The market's reaction to the fourth-quarter earnings results of Axon Enterprise (AXON 0.52%) is one of those opportunities investors crave but don't see nearly often enough to take advantage of. By sending the stun-gun maker's stock 10% lower due to it ostensibly missing Wall Street's earnings expectations, the market has given investors the opportunity to capitalize on that myopia, because Axon is actually executing well on its long-term goals.

Eye on the future

On the surface, the TASER and Axon body camera manufacturer looks wildly expensive at 93 times trailing earnings and over 60 times next year's estimates, even after its stock tumbled, but that's only if you think of it as a hardware maker. Instead, it's really a tech stock in disguise, and one that's growing rapidly, so you can't count on traditional metrics to price it.

Police officer wearing new TASER 7 and Axon 3 body camera

Image source: Axon Enterprise.

The real driver for Axon's future is its software-as-a-service business, This cloud-based evidence management database is the webbing that holds together all the other pieces of its business and provides a massive opportunity for future growth.

Segment revenue in the fourth quarter surged 50% to $25.8 million, or 21% of the company's total revenue gains of $115 million. The importance of this business can't be overstressed because it is going to lift the rest of Axon's operations.

Check out the latest earnings call transcript for Axon Enterprise.

Creating new ways to sell

Data collected from body cameras is stored on and gives law-enforcement agencies a critical tool for managing the data. Not only is it a repository for the video captured, but it provides a chain of custody log for the department and an ability to capture and extract the exact information necessary for a case.

Rather than manually searching through hours of videotape, as the old analog systems required, the digital network offers law enforcement agencies simple, intuitive tools that create greater efficiency. That gives agencies an incentive to continue using the database as well as disincentives for for switching to another provider. 

Key, though, is that the evidence-management system encourages additional sales of camera systems, which Axon is multiplying through a new initiative that bundles subscriptions with sales of the new TASER 7 conducted electrical weapon and the latest Axon 3 body camera. Customers who buy the three-product package get a five-year subscription to for free.

The only game in town

Axon is seeing strong interest in the latest iteration of the TASER, so much so that departments are considering upgrading earlier than their typical five-year contract expiration date, which is a testament to the improved capabilities of the weapon that is now tied into the system. And Axon is letting the departments upgrade early because not only it is good customer service, but it also weds them ever more tightly to the ecosystem even though it compresses margins in the near term.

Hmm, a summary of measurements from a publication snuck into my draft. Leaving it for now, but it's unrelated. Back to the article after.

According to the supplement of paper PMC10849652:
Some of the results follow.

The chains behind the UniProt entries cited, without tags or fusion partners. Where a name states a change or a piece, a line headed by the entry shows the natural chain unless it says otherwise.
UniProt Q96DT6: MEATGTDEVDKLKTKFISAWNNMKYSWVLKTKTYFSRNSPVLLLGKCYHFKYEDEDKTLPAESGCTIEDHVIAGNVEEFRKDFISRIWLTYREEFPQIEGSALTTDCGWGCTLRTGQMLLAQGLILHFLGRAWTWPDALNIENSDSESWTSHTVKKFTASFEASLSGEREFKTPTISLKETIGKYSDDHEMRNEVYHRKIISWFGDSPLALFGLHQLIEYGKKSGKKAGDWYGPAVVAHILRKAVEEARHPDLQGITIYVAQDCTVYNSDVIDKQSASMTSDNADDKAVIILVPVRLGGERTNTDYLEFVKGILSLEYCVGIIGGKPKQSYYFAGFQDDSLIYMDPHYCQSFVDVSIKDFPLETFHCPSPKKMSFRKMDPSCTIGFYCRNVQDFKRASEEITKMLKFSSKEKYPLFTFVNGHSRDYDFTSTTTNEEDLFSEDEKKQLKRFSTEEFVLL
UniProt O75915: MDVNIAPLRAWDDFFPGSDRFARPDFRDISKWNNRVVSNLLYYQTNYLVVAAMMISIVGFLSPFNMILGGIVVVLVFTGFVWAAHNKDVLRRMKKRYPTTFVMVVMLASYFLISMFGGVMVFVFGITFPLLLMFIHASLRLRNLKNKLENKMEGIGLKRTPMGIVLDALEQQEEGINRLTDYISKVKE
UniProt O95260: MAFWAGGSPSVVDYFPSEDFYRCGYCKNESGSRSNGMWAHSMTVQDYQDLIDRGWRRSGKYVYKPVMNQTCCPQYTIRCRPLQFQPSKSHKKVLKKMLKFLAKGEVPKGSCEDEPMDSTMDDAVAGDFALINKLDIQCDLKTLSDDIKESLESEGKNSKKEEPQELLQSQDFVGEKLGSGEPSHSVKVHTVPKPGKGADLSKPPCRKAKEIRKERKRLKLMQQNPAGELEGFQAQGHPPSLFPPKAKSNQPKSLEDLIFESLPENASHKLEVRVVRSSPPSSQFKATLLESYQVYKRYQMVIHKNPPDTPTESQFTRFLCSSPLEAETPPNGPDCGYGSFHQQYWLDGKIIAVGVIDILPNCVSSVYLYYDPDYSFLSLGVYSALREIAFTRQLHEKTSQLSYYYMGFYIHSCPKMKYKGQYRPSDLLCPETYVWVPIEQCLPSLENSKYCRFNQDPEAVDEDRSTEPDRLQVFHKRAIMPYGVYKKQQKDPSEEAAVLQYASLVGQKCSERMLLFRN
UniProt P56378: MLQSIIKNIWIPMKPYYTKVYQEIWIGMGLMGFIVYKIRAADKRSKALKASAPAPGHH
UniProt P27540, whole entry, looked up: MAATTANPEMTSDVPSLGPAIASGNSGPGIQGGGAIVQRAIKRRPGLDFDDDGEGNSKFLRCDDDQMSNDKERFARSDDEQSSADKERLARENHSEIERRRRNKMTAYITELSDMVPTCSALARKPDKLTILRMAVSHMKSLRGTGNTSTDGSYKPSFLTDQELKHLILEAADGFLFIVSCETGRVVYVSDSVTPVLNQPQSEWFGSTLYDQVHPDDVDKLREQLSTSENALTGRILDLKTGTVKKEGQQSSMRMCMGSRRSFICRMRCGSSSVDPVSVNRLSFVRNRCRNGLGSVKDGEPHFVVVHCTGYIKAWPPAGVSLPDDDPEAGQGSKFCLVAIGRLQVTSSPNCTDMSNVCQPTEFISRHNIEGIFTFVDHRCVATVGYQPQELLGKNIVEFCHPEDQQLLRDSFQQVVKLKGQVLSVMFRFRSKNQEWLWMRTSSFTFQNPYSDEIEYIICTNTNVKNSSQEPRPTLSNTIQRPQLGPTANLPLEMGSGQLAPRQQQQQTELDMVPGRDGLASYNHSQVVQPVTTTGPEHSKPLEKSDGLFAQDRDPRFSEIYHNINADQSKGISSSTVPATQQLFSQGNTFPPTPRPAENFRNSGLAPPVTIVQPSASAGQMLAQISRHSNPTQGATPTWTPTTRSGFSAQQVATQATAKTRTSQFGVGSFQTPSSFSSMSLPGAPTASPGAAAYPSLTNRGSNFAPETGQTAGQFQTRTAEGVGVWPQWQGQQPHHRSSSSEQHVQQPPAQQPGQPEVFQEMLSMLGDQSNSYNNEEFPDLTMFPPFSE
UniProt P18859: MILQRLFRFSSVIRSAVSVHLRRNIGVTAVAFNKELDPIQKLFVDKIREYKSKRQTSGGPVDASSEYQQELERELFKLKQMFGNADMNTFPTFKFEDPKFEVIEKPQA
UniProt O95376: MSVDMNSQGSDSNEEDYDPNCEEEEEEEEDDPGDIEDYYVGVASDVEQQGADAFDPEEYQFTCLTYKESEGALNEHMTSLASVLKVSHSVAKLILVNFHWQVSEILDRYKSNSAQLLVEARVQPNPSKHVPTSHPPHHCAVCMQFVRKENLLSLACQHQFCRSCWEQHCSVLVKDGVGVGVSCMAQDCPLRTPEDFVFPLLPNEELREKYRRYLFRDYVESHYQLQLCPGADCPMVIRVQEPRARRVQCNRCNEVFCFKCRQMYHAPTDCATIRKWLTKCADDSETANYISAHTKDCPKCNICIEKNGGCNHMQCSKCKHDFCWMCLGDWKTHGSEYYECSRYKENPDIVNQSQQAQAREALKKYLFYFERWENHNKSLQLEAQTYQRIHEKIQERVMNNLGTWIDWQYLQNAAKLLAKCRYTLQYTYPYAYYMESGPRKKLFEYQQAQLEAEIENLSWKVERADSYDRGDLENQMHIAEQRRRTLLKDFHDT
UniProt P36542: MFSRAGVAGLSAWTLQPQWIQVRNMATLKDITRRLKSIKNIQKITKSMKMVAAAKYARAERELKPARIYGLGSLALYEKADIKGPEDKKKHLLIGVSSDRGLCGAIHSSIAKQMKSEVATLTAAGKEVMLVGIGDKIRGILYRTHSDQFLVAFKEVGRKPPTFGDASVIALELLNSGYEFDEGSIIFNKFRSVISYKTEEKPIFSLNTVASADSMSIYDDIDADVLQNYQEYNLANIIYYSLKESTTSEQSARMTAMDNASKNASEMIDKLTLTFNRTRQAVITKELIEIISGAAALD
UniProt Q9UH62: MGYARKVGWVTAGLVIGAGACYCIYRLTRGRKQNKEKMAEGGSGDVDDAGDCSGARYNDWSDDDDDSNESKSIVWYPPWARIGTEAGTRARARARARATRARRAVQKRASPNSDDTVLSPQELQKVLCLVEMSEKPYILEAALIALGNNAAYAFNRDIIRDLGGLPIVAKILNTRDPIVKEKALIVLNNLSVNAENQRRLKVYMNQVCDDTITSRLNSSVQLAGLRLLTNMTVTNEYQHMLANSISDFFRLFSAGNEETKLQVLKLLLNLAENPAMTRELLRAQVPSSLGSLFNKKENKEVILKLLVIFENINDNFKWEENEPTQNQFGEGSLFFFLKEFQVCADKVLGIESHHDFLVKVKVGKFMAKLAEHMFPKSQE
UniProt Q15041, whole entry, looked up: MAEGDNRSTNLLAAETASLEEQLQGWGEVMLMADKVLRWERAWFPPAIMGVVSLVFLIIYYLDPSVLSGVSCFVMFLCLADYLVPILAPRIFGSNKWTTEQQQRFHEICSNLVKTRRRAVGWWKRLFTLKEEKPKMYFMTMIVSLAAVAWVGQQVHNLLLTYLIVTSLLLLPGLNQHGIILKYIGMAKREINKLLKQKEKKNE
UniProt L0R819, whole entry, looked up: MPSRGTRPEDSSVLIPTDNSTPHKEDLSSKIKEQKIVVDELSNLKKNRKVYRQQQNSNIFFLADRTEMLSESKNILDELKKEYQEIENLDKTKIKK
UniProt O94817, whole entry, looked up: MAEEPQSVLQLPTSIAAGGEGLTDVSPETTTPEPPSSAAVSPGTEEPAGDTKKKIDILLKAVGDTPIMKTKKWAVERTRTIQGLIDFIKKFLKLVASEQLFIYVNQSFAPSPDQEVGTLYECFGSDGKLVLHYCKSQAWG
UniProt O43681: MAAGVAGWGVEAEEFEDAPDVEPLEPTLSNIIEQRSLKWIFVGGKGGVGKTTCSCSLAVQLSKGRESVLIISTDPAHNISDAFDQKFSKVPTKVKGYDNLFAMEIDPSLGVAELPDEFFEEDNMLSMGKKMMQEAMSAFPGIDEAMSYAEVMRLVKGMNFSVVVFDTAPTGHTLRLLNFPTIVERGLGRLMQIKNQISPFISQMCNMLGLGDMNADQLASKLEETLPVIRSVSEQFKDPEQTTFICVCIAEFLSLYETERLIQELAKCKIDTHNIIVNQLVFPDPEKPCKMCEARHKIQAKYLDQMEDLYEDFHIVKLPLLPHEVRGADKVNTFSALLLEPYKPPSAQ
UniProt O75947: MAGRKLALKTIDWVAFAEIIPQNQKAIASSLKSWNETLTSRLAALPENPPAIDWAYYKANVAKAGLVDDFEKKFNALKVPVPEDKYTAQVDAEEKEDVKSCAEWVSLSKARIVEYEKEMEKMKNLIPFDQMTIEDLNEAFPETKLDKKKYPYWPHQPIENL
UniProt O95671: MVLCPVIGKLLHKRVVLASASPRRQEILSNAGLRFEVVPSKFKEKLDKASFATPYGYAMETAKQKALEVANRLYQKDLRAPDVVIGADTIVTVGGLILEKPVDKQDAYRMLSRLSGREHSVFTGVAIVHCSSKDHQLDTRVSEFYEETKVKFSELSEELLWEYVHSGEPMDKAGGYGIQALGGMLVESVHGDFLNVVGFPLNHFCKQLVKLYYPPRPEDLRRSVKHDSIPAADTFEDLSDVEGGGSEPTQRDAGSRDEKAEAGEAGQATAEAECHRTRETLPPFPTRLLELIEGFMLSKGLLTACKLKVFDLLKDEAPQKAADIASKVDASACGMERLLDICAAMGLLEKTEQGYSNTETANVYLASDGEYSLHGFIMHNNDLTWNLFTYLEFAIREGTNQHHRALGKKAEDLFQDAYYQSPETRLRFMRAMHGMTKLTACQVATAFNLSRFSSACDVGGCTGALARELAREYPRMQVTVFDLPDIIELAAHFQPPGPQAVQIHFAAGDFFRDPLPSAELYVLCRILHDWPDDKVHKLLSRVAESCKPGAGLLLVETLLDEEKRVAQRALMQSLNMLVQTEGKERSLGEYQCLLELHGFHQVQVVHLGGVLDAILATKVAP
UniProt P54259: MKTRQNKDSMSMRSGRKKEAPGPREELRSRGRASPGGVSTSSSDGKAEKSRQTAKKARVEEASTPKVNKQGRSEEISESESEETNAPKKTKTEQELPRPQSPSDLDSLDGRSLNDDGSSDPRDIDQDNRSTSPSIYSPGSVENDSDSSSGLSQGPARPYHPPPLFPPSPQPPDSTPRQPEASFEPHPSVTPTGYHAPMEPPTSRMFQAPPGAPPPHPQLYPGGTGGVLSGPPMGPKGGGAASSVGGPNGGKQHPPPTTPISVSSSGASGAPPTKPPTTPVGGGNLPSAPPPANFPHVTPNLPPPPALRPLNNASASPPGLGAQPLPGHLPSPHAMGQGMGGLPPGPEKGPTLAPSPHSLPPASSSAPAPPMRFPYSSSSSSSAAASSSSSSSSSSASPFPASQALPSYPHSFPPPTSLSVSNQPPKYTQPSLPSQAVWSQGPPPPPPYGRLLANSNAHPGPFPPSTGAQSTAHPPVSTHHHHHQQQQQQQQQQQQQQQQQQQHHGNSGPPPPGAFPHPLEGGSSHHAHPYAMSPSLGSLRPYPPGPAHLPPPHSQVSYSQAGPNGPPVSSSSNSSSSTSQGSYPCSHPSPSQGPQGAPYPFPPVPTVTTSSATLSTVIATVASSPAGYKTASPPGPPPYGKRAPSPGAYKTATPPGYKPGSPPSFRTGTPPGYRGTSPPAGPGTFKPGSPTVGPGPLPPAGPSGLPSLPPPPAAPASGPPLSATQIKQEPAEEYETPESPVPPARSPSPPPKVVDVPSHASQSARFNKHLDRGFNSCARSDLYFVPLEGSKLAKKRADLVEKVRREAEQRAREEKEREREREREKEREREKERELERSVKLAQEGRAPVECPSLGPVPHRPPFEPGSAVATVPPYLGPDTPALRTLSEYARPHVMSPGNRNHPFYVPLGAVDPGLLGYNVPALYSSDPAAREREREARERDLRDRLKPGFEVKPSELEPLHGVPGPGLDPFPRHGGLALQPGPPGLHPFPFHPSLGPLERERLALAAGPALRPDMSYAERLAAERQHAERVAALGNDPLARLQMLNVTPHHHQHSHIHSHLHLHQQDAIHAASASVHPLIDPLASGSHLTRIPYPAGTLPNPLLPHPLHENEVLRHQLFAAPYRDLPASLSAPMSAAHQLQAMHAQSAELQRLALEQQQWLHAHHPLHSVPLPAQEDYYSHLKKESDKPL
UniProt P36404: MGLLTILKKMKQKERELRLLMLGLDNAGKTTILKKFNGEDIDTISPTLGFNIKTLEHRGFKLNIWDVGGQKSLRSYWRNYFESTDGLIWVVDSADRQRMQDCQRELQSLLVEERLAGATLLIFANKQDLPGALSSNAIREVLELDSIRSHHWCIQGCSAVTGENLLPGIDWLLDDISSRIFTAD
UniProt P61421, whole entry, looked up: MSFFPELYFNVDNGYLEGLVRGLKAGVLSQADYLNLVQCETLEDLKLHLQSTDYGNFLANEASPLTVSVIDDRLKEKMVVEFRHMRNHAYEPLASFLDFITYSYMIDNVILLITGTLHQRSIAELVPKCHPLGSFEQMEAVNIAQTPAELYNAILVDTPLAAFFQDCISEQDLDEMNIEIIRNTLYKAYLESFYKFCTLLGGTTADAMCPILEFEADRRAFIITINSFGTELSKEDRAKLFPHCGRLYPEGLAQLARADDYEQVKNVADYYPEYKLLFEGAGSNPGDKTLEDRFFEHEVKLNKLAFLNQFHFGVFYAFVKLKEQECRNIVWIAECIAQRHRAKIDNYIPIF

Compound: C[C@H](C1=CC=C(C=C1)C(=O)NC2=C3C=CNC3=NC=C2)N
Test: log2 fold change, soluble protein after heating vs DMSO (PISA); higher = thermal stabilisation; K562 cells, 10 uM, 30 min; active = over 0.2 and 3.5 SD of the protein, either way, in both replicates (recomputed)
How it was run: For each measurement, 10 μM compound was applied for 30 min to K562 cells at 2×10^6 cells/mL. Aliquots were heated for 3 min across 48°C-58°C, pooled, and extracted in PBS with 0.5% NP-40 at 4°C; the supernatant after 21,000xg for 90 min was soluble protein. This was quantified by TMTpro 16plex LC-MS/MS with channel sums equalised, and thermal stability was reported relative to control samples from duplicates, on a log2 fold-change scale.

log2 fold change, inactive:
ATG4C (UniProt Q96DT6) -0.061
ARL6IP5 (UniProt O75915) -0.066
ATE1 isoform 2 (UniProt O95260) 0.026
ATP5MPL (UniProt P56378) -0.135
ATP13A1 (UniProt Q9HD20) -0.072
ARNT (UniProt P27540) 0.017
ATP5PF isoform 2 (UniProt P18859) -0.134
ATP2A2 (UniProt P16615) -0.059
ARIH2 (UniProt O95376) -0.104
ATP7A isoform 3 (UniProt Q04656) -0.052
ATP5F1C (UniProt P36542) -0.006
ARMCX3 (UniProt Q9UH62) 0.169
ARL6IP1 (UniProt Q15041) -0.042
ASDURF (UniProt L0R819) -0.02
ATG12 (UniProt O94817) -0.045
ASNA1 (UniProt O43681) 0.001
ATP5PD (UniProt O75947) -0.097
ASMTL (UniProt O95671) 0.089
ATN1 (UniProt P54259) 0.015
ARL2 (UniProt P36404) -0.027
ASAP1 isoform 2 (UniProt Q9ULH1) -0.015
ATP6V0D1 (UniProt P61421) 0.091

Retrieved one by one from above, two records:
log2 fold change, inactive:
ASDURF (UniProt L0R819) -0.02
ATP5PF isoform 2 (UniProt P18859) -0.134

The margin compression was partially what the market was reacting to in sending Axon's stock lower. Although it also saw margins squeezed by the acquisition of VIEVU, which created more headwinds than expected, Axon knew it would be a dilutive acquisition when it was made.

Yet now, Axon owns virtually the entire body camera market, with no significant rival to challenge it. It still has ongoing patent litigation with tiny Digital Ally, but Axon owns 80% of the big-city market for cameras. It's a virtual monopoly now, yet it is still innovating and targeting customer service.

The future is even brighter

Among those innovations are new areas for potential growth. Axon is looking to expand cameras into adjacent markets like medical first responders and fire departments, for which it has already sold its first system. Other possibilities include solutions for record-keeping and dispatching (though it has yet to divulge details on what it is planning in these areas) and military contracts.

This is why the stock market's reaction to Axon Enterprise's fourth-quarter earnings is a gift to investors who have been looking for an entry point into the stock. There is a large runway of opportunity in front of the company that has become more than just a stun-gun maker, and for those willing to look beyond a single quarter's earnings results that are not representative of its potential, this stealth software provider is one to consider.